So, what is the future of premium WordPress themes? To be honest, I feel there is a limited number of people that will be willing to purchase a WordPress theme for their site/blog. Many current buyers are small business owners and web developers.  As more bloggers and web developers switch to WordPress, premium WordPress themes will continue to sell, but probably not at the pace that they are right now.  All of the newcomers offering premium themes seem to have missed the rush.

I’m also waiting for some more good premium templates designed specifically for blogs, which I think is a niche some of these designers could really capitalize on right now. Eventually, the market will become saturated causing many bloggers to frown upon using certain premium themes.  At this point, theme designers will have to look for new ways to generate income, so I think at this point (a year or two down the road) we will coin a new term, “elite WordPress themes.” These will be WordPress themes that raise the bar again and go even further than the premium ones.  Just like the internet and pretty much everything else, the industry will continue to evolve and grow, and the competition will continue to drive authors to release some incredible themes.   We’ve got CSS3 coming out soon, a new version of HTML, plus WordPress enhancements to look forward to, all of which may also influence the direction of these WordPress themes.

So, where do you think premium WordPress themes will be a year from now?

  1. Kyle,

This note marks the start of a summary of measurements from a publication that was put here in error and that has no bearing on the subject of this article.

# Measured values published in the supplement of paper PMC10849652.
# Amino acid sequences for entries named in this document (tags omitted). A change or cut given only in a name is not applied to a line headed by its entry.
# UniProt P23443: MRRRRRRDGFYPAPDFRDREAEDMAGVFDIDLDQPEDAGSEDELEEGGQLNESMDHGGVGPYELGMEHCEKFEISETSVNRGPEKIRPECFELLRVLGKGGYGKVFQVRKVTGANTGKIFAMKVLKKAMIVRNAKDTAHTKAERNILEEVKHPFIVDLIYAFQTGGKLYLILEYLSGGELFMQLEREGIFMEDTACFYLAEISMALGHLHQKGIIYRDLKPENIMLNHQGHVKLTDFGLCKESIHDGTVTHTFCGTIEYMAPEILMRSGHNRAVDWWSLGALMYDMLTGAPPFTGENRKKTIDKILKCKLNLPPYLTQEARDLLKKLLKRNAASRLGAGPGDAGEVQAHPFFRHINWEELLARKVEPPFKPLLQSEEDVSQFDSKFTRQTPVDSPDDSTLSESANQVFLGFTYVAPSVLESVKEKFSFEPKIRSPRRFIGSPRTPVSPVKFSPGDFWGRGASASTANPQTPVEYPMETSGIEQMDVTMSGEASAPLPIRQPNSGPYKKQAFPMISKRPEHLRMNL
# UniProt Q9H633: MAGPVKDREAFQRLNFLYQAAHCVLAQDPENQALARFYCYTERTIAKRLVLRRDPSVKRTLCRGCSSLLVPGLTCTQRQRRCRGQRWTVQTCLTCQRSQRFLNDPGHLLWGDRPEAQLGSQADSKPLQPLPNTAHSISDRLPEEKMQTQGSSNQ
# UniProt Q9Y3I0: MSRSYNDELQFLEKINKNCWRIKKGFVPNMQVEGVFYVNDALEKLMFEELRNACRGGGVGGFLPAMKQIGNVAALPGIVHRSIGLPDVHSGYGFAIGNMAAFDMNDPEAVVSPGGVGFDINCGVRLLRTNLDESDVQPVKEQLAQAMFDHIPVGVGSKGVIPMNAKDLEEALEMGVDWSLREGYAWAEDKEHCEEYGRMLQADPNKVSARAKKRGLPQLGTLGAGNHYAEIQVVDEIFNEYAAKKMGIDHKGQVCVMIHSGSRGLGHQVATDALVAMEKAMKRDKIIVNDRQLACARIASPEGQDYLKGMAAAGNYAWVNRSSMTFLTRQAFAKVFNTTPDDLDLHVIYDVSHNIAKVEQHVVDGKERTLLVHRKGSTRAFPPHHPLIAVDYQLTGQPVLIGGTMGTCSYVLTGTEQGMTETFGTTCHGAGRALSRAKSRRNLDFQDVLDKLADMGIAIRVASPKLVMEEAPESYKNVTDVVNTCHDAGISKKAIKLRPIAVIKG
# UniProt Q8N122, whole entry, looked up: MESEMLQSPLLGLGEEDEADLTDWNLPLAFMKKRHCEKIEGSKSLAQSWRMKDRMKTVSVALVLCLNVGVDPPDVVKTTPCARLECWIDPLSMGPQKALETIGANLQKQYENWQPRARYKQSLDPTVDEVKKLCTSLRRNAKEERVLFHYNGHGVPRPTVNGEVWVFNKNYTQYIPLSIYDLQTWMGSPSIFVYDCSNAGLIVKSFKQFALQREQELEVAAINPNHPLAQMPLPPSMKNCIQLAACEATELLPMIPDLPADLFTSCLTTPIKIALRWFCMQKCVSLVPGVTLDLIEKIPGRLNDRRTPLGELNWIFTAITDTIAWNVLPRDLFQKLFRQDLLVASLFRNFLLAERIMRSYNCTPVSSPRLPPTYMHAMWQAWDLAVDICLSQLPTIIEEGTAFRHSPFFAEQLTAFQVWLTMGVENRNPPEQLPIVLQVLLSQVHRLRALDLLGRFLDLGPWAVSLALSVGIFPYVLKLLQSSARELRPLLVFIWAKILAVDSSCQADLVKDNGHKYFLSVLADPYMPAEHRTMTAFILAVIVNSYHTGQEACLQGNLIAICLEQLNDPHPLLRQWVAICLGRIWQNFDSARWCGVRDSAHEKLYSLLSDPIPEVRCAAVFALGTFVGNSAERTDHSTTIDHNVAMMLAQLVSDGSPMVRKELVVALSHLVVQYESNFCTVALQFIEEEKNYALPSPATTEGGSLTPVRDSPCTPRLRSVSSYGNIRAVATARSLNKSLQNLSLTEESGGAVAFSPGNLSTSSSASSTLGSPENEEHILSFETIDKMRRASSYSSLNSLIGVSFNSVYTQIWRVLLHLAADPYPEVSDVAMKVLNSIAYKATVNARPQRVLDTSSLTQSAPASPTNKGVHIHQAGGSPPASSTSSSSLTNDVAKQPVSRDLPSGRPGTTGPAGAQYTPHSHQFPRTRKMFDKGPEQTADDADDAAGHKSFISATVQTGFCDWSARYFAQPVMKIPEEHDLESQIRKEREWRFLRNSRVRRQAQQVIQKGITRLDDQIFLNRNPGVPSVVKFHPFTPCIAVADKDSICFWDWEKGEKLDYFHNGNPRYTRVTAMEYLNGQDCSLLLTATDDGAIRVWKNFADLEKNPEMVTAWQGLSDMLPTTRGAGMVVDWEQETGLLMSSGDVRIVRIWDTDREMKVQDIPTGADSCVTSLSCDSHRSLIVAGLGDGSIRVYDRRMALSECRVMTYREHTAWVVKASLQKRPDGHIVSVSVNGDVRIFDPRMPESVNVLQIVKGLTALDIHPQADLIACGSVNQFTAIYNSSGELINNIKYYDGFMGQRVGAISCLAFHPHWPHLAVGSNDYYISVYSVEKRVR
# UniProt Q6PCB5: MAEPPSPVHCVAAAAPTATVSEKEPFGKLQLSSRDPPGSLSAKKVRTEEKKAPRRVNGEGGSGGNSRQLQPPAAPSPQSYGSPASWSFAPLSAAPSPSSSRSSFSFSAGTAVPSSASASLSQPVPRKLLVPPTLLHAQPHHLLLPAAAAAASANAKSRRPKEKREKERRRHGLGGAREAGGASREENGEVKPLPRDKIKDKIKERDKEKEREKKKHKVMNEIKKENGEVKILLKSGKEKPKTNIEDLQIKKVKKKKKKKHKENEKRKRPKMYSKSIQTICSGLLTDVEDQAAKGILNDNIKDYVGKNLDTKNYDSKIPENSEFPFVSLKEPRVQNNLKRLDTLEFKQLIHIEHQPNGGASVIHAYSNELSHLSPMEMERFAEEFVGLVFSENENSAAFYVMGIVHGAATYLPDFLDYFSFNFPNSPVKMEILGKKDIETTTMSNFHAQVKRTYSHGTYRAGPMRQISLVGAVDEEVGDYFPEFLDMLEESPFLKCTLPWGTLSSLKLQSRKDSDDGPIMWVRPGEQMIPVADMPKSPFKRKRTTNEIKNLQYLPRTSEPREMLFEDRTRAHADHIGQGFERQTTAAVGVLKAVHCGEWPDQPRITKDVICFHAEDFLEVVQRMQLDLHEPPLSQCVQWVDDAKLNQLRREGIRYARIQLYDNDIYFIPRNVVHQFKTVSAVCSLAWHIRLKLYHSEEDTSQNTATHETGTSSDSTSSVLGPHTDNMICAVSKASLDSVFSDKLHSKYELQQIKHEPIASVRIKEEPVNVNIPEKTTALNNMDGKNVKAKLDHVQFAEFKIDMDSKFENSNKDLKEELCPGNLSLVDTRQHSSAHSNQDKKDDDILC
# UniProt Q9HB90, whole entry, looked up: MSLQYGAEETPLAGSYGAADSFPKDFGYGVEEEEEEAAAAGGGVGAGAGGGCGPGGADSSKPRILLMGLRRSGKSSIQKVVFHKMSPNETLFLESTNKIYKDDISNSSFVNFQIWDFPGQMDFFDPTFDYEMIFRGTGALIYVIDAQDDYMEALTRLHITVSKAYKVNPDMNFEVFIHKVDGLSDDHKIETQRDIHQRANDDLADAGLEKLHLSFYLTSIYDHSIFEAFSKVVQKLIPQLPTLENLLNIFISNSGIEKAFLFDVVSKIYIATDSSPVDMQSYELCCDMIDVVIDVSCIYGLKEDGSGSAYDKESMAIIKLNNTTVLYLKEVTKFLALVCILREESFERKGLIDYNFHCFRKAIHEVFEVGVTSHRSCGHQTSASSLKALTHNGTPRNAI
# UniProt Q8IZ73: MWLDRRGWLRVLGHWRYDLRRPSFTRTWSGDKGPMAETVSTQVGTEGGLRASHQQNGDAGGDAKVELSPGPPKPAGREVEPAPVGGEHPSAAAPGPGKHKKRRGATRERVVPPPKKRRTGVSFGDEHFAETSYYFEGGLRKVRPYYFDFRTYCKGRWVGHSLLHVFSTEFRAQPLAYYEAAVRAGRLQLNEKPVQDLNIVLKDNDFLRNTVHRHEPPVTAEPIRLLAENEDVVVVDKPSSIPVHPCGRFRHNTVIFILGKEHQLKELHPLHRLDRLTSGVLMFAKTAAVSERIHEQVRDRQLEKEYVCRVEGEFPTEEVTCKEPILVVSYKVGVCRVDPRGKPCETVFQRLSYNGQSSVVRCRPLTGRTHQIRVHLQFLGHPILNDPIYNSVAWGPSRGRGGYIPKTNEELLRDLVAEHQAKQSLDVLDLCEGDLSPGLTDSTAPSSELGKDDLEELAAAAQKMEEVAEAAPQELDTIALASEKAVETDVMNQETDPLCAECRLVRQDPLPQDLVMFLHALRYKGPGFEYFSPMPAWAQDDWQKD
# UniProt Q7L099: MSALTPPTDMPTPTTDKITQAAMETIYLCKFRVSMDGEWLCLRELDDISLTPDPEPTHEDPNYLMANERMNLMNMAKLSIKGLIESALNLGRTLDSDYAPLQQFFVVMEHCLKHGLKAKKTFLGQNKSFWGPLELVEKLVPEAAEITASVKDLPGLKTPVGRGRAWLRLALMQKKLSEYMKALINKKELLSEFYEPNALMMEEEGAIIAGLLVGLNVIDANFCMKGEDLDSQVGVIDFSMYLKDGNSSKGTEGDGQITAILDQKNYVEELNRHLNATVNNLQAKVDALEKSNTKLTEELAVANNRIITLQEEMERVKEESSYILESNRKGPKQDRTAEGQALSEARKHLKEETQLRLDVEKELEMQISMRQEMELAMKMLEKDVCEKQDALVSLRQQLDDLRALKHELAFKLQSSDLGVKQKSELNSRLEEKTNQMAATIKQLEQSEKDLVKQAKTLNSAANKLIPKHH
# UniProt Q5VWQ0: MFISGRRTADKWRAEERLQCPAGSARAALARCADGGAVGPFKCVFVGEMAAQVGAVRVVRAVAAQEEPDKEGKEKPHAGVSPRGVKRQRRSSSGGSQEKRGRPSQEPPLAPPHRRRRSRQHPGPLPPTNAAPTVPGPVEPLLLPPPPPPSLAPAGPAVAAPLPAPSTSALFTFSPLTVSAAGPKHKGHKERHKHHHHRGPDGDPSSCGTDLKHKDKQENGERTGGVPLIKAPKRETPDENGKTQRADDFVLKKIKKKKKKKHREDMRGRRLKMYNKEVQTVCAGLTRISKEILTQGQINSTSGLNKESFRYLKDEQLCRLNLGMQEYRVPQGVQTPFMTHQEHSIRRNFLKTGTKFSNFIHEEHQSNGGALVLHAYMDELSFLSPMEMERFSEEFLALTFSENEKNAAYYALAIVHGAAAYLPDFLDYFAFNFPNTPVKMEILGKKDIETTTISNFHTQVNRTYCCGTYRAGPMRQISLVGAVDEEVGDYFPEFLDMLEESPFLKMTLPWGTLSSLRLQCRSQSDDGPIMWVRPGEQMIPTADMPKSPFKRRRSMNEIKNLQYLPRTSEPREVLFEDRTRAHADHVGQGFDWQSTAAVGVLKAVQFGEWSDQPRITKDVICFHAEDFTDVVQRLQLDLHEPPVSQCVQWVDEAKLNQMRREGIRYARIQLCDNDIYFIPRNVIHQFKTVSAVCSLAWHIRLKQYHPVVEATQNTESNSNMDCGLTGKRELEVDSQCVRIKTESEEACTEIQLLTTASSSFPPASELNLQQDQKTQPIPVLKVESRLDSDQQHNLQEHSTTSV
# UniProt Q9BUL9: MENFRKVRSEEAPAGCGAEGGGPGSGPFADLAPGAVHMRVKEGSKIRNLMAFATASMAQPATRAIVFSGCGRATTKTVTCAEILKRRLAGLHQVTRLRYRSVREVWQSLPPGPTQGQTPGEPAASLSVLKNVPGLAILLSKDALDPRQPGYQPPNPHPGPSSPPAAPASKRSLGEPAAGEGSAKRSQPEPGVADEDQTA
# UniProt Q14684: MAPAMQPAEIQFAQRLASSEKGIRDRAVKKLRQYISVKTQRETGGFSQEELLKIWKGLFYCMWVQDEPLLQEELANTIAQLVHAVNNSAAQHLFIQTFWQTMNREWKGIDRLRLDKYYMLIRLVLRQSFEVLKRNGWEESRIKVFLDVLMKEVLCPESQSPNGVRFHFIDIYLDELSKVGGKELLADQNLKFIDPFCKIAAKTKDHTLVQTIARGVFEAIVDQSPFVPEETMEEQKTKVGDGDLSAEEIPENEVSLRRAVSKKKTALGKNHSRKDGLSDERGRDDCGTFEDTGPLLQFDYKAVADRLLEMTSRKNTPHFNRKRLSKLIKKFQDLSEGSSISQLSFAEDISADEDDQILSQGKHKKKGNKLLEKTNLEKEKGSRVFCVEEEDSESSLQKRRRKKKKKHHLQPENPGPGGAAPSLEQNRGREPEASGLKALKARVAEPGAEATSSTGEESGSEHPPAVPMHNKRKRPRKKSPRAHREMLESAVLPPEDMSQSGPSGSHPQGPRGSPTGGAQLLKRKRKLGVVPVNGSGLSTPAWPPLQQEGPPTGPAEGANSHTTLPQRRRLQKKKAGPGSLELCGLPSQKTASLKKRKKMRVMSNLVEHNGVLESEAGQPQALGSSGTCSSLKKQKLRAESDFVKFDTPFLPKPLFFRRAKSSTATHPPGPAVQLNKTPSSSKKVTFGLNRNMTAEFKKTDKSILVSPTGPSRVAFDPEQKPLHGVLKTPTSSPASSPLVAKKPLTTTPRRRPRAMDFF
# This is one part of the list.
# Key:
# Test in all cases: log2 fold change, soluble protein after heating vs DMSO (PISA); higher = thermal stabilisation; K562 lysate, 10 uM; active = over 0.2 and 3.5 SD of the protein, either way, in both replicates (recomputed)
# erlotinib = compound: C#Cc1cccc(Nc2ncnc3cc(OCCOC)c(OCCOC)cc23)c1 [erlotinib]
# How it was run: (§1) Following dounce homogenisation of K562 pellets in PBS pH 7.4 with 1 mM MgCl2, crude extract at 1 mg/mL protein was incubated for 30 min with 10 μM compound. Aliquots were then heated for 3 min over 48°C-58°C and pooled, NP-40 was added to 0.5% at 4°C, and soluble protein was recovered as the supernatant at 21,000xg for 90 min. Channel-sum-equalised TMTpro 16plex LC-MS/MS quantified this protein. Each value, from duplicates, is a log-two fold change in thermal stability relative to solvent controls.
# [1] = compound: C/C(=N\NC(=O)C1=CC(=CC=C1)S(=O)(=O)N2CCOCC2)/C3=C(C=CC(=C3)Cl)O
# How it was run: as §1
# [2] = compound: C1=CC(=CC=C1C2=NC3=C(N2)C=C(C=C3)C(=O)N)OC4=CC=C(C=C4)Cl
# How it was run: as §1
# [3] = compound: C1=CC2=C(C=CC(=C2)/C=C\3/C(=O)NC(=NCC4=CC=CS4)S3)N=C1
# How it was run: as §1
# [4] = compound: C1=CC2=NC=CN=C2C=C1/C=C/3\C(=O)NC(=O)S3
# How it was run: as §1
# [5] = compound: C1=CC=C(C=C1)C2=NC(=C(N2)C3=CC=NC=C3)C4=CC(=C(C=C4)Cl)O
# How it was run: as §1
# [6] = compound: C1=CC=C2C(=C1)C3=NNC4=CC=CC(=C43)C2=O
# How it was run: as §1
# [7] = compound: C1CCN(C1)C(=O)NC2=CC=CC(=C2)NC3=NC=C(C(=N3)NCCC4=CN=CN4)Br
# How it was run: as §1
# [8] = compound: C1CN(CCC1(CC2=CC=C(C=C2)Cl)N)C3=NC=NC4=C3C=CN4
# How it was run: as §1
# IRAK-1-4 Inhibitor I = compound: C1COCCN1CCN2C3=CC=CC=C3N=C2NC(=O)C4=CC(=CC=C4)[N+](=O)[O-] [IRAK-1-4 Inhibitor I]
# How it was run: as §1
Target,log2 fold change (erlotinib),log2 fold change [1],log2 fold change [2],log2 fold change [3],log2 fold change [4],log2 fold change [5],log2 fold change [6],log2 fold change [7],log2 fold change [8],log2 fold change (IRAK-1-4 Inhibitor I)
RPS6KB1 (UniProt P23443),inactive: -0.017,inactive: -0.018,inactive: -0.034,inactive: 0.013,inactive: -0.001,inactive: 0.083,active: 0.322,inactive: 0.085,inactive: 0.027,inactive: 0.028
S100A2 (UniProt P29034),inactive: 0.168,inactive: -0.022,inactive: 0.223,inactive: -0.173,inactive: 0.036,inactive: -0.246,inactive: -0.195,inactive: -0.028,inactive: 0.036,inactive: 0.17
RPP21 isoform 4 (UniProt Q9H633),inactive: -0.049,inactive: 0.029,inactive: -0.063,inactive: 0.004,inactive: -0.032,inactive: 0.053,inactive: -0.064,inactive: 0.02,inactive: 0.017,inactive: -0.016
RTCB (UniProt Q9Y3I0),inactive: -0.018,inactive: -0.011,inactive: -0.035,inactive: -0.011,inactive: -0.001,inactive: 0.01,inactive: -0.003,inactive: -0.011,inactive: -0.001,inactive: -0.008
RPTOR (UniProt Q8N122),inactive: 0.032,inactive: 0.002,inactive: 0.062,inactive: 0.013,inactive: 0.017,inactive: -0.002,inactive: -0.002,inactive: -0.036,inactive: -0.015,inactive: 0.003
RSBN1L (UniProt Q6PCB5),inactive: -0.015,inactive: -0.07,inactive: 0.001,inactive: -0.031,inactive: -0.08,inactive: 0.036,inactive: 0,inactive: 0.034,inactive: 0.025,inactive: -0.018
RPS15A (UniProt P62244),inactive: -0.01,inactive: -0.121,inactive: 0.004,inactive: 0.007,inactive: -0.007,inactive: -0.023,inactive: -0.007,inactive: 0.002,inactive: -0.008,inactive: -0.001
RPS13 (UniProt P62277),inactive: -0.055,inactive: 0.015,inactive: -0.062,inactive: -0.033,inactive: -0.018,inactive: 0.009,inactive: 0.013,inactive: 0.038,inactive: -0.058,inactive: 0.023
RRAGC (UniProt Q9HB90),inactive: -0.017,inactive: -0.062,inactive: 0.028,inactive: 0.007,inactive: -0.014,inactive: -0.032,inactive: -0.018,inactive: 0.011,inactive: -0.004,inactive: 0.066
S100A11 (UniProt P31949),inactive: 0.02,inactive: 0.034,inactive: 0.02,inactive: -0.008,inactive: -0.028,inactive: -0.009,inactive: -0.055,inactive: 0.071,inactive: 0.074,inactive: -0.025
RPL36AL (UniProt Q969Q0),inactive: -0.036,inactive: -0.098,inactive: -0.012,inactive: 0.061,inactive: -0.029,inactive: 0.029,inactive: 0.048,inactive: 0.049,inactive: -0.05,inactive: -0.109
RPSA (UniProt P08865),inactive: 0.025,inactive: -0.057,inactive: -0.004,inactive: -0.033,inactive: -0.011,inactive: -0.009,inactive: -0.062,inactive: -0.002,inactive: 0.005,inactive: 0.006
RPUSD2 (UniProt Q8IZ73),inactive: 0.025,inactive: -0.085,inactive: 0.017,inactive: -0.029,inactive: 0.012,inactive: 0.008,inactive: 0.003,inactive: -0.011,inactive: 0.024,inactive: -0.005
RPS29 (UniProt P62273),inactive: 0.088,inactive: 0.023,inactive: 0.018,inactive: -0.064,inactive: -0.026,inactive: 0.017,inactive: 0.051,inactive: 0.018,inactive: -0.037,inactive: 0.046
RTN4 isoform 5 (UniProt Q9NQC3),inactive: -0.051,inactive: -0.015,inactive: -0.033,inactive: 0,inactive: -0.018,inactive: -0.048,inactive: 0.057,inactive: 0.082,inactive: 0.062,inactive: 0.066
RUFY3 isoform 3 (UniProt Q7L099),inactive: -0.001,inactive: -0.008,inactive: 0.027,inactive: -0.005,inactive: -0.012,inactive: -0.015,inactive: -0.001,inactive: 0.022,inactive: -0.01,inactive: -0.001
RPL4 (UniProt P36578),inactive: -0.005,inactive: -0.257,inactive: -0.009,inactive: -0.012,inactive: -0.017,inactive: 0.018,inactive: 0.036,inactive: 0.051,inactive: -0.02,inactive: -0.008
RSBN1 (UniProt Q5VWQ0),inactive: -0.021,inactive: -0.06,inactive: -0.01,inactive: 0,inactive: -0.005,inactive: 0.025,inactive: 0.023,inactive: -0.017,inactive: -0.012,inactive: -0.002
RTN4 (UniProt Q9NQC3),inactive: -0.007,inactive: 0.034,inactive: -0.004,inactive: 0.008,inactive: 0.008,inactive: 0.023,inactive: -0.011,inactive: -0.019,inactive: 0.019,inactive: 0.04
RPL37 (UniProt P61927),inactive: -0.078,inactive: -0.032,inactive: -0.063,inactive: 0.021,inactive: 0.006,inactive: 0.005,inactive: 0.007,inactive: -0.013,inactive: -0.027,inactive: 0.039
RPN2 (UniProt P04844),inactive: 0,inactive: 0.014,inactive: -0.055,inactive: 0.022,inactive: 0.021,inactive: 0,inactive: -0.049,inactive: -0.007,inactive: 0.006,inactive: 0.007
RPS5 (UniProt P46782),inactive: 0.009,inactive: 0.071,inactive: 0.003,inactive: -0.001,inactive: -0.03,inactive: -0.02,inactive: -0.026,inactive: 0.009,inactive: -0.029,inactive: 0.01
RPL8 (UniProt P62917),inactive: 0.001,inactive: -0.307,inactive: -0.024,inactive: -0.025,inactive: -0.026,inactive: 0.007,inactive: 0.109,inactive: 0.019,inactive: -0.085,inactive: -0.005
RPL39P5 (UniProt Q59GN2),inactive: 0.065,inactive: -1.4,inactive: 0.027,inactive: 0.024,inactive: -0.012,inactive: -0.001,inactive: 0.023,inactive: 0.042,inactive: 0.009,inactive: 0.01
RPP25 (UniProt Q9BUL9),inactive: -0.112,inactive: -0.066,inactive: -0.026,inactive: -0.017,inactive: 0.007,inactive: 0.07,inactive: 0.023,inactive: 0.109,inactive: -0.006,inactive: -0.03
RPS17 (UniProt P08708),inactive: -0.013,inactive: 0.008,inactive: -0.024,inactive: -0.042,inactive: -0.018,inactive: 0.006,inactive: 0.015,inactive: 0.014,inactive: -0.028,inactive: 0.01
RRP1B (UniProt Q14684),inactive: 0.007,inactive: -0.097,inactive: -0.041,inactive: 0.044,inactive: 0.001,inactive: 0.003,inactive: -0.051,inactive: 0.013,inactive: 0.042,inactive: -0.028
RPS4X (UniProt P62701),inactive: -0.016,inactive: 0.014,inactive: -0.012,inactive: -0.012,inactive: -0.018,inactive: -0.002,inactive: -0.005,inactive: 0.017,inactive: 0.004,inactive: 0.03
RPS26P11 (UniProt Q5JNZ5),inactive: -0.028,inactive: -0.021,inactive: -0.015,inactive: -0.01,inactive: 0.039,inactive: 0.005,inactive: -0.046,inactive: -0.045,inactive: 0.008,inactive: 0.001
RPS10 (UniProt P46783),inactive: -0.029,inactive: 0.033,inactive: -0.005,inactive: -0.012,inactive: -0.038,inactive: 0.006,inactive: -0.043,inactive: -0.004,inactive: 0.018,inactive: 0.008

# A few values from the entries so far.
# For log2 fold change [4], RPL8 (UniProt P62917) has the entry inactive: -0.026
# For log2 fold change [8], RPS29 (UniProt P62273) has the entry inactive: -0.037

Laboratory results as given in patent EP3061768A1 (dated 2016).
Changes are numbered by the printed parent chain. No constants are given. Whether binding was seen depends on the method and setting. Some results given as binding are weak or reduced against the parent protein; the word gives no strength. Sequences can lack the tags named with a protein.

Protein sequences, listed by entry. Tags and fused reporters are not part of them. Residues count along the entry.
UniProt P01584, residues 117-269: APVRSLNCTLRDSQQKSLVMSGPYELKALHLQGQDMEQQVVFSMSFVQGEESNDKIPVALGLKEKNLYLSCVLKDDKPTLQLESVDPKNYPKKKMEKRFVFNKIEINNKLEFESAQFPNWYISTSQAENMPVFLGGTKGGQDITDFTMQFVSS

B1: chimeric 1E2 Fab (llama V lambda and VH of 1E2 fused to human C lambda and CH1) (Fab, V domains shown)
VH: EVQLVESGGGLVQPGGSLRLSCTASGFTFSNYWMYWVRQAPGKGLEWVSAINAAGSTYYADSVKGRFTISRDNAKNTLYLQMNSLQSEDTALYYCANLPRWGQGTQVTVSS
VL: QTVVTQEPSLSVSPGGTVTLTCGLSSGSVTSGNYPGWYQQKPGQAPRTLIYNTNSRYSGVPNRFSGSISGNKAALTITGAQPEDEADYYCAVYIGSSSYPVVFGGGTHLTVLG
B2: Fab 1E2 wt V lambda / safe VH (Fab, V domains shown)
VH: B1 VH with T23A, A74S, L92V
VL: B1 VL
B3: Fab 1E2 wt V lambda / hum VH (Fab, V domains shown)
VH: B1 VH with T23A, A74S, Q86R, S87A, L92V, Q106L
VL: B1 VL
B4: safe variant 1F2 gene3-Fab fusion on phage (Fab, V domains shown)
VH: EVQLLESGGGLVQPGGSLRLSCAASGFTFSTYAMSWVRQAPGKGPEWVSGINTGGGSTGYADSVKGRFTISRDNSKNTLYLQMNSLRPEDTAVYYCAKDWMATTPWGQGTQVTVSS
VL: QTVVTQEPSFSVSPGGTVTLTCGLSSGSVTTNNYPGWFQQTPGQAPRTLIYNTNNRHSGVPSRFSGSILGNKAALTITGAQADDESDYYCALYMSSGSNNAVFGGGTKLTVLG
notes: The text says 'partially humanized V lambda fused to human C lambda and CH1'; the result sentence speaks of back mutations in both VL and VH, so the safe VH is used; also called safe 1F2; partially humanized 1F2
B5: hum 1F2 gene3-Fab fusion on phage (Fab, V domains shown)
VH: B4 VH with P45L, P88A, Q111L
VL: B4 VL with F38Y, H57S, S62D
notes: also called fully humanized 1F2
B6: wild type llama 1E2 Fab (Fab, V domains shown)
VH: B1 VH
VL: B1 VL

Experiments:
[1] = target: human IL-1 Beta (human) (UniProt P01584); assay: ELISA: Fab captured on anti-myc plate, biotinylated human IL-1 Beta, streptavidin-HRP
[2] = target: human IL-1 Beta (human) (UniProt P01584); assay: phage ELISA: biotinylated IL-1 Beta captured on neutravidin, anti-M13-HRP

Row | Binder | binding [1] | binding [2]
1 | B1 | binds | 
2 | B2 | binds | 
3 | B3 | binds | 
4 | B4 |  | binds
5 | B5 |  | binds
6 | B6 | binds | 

It’s a great question. I was actually at ETech08 this week in San Diego and had a long discussion over some sushi with Alex Iskold and Fraser Kelton of AdaptiveBlue about this. We all generally agreed that this is more likely just the beginning of the boom, rather than a plateau. Matt Mullenweg just announced a few days ago on his blog that WordPress is backing Buddy press and hinted that WordPress is heading in a more “social” direction (http://ma.tt/2008/03/backing-buddypress/). We spoke to some of the developers at Typepad this week as well who told us that Typepad has really been putting a lot of effort into releasing their own “custom themes” in order to keep up with WordPress’s staggering growth – the big guys are obviously recognizing the trend toward customized, highly-functional themes. I think what you’ll see in the coming year – and a lot of guys agree about this in the widget-building world – that there’s going to be a shift in how people use their blogs and that customization and personalization is key. You’re going to start seeing a lot more themes that look more like facebook pages than straight blogs (i.e. lots more space for widget integration, twitter-type apps, video and “life-streaming” widgets. Designers like Brian Gardner, and especially Adii are kicking ass by extending what wordpress can do and making WP look and feel more like a CMS. Also, you’re right to point out that coding simple UI’s into the back end is going to continue to add value and take WP to the next level. I think you’ll see that being a key competitive advantage moving forward.